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location Las Vegas
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visits member for 2 years, 5 months
seen Oct 3 '13 at 1:30

Since graduating school Dec. 2011 with a BS in Physics, I've decided to take the free time that I have and pursue my interest in computer security, networks, and operating systems. Originally I planned on going for a masters in CPE/EE for embedded programming in neat projects like UAVs, however I was pretty burnt out. Since college I've learned that taking courses and skimming through books to ace a tests isn't really learning. True learning is doing something with what you know and for that, I felt a little reluctant to go back for my masters.

Now I'm learning everything that I've wanted to on my own and I've developed some cool projects for myself like a simple cooked socket webserver, client browser, kernel keylogger, and now I'm learning to write shellcode. My future plans include getting a CCNA certificate for the summer and hopefully with that I can land a job. Though I hope that in the future that I can eventually be employed as a white hat. Other then that I can't say much else about myself.


Sep
24
awarded  Autobiographer
May
30
comment Time Reversal Invariance in Quantum Mechanics
I see what your saying about returning quantum information from the universe to create the original wave function, but I still can't get past the catch 22. If we ran 3 consecutive experiments, one after another ... you know that you would get random results with each measurement. Given that we reversed time and redid the experiment, quantum mechanics would fail if the results were the same. I can however see that there is always the off chance in going forward in the same future with the same results .. its just probability. Though doing unmeasurements, I agree would spit the original wavefxn
May
30
comment Time Reversal Invariance in Quantum Mechanics
@knives : Ya, I did treat the problem quantum mechanically going back in time. My question was spurred because I think most people think of going back into time as a classical newtonian problem as you said. My thoughts were, what have you if going back to your original wave-function you had to go through quantum mechanics as well. I was thinking of it the way you just put it.
May
23
awarded  Scholar
May
23
accepted Time Reversal Invariance in Quantum Mechanics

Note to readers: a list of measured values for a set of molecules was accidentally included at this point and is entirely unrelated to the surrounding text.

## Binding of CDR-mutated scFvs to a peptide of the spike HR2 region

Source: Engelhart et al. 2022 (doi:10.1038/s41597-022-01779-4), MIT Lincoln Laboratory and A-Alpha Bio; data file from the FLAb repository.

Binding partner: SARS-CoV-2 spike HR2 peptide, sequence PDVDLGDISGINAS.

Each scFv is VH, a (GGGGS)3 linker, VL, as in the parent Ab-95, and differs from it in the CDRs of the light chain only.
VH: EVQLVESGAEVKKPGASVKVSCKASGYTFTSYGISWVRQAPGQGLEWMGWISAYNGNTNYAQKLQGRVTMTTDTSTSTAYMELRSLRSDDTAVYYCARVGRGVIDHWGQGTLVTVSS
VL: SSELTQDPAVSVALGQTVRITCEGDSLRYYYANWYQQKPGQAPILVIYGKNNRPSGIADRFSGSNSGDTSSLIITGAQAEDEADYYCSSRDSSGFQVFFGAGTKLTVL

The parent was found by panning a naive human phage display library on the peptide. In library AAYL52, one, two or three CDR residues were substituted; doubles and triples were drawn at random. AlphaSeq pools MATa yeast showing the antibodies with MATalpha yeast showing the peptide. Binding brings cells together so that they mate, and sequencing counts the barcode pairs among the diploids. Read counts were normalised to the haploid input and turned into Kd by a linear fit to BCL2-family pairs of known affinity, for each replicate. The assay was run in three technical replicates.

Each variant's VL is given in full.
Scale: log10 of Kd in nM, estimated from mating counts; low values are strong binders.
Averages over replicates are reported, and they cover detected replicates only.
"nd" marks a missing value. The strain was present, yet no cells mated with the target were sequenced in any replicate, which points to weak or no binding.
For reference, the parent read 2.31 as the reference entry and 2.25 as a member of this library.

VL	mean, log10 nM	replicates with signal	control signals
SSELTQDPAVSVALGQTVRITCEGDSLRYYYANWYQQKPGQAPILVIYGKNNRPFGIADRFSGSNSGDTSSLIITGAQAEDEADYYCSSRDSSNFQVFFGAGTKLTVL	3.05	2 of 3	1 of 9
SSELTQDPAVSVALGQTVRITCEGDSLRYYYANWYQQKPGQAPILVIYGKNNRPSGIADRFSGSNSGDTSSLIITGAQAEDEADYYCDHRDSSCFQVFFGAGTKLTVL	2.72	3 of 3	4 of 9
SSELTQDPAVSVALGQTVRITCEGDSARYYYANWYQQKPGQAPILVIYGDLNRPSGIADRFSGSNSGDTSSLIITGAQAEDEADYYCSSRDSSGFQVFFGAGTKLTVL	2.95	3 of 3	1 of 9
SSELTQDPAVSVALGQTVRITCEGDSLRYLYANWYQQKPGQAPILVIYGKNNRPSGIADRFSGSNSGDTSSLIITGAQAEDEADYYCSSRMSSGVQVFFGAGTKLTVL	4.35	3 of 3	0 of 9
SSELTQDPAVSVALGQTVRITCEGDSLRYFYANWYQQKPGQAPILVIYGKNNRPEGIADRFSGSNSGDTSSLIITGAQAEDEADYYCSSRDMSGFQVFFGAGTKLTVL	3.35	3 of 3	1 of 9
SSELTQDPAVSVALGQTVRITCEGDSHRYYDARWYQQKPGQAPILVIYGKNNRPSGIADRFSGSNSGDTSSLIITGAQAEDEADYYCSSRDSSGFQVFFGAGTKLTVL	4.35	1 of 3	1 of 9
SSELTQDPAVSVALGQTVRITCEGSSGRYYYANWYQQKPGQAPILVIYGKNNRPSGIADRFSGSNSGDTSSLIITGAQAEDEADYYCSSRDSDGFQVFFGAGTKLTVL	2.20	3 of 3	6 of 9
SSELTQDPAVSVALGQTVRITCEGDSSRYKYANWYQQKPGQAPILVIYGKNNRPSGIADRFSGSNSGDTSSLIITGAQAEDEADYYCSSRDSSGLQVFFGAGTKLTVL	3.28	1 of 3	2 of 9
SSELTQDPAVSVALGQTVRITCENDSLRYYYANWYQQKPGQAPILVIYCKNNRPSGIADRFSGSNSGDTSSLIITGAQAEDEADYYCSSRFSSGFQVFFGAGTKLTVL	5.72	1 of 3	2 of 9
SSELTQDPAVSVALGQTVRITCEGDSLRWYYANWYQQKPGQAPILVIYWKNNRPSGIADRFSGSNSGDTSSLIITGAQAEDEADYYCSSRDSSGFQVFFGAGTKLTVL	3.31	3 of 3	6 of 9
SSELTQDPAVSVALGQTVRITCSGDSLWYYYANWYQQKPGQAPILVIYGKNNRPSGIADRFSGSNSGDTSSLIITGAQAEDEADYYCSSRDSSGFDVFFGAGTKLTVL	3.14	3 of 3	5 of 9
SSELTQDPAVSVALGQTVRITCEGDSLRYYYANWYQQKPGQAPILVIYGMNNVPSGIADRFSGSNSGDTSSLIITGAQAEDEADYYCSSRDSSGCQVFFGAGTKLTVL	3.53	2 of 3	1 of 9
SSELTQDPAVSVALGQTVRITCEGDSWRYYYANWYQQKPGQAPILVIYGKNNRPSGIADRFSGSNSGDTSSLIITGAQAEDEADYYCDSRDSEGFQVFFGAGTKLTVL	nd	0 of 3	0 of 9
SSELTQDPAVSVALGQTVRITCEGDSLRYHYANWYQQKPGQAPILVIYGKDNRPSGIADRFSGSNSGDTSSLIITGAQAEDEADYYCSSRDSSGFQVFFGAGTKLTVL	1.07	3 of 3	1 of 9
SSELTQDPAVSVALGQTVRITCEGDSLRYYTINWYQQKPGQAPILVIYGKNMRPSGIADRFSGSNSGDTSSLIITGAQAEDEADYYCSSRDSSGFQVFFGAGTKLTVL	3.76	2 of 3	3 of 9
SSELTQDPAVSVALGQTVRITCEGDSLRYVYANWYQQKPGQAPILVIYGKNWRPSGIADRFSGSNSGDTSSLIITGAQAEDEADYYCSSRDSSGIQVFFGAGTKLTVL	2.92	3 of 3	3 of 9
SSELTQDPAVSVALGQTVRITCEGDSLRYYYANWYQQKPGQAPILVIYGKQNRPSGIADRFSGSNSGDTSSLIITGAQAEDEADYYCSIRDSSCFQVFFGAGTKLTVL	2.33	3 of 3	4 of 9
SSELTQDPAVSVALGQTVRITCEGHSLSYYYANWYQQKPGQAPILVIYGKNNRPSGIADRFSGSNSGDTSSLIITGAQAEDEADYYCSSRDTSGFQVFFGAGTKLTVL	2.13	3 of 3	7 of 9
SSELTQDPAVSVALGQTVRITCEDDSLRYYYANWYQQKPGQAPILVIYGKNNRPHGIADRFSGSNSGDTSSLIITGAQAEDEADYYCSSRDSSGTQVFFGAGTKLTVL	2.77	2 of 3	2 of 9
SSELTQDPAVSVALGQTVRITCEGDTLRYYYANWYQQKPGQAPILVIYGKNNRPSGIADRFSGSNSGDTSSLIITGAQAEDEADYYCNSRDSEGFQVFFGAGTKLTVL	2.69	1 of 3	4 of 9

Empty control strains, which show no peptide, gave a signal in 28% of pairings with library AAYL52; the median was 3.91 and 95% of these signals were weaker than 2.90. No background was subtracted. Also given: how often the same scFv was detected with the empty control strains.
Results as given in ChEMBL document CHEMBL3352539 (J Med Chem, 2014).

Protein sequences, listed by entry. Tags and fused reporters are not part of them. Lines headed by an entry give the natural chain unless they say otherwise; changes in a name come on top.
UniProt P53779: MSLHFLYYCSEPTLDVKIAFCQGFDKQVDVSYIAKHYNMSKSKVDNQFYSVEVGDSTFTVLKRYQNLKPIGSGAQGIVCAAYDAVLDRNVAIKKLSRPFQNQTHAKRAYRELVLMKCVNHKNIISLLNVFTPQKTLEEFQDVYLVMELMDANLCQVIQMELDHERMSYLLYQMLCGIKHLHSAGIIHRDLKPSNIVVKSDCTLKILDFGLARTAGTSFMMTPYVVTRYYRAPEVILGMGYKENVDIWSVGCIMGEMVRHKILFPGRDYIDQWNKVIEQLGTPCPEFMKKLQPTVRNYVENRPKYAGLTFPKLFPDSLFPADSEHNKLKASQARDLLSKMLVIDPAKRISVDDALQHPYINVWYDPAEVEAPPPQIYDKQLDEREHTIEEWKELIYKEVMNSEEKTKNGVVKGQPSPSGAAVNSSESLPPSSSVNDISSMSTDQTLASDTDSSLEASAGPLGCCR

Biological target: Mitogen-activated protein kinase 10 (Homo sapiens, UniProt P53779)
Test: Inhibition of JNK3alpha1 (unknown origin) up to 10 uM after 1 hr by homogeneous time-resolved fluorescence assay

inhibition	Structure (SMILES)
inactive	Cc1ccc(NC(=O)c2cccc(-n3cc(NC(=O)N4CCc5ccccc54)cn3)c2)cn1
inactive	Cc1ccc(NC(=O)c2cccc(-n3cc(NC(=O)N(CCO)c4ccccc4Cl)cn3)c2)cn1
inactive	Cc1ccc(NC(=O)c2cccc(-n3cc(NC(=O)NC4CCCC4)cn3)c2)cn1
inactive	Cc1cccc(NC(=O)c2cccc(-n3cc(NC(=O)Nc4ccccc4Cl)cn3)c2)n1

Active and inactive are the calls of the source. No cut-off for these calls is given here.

May
23
comment Time Reversal Invariance in Quantum Mechanics
I can see what your saying if you apply a time-dependent potential into the equation. Actually, between your point, Spot's article, and Rennie's response my question seems a bit more clear. Given a time-independent equation, the wavefunction should be constant for all time which agrees with my statement ... however the measurement itself is not a time independent problem as you said. Spots article however shows that quantum info is never lost, its just dispersed throughout the universe which is on par to Rennie's response. It makes sense to me now, thanks.
May
23
comment Time Reversal Invariance in Quantum Mechanics
I see your point and I never really thought of it from the stand point of a broken eggshell fixing itself. My previous argument I suppose is that once broken, its not possible to go back to the previous states. So if we were traveling back in time wouldn't we have to perform operations that would undue the effects from measuring (breaking the eggshell)? I can't think of a way measurement operations can be interverted and reapplied to the particle to undue the measurement ... not unless we prepare the particle the way we previously had.
May
23
awarded  Supporter
May
23
comment Time Reversal Invariance in Quantum Mechanics
Thanks. I'm thinking about getting back into research, I haven't heard of anyone tackling a question such as this. This might be something that I would like to take on since I'm unemployed with ample time on my hand. Its interesting that you mentioned this to be an observed characteristic in scattering.
May
22
awarded  Student
May
22
asked Time Reversal Invariance in Quantum Mechanics